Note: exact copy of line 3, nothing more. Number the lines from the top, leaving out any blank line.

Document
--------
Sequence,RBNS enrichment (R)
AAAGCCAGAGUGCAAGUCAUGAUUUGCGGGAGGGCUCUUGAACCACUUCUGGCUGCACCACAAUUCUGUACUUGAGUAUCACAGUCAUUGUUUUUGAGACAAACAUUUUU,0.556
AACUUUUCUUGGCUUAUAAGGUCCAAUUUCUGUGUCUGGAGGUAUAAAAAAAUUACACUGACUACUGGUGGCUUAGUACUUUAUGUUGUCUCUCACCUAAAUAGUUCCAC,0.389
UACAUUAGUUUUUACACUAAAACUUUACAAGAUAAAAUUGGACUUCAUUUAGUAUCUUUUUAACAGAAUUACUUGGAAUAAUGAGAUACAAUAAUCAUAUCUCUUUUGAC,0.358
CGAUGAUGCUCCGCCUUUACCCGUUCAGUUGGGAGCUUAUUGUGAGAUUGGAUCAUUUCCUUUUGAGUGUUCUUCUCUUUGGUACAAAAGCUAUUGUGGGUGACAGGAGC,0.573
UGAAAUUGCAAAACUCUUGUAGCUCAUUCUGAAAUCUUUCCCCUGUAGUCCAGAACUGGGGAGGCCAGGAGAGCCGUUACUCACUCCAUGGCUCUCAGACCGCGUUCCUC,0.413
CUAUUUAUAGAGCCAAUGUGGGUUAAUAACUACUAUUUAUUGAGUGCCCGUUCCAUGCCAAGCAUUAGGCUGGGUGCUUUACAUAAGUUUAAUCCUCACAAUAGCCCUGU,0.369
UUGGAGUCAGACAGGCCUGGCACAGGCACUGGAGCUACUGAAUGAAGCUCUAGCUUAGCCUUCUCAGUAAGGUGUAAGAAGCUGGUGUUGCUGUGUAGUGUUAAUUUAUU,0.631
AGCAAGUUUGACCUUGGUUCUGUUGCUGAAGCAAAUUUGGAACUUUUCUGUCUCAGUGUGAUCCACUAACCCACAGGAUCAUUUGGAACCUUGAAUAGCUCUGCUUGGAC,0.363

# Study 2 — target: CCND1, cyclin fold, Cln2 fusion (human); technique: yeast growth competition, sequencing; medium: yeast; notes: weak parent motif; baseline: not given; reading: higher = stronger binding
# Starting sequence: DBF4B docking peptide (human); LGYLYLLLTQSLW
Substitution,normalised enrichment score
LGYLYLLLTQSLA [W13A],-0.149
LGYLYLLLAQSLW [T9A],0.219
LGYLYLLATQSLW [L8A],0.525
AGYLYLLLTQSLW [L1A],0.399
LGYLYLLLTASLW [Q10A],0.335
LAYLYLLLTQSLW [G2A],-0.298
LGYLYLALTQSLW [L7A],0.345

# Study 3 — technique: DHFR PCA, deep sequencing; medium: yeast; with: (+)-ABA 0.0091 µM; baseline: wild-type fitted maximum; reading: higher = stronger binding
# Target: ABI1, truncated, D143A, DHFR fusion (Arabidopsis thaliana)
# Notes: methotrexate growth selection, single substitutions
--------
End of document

AACUUUUCUUGGCUUAUAAGGUCCAAUUUCUGUGUCUGGAGGUAUAAAAAAAUUACACUGACUACUGGUGGCUUAGUACUUUAUGUUGUCUCUCACCUAAAUAGUUCCAC,0.389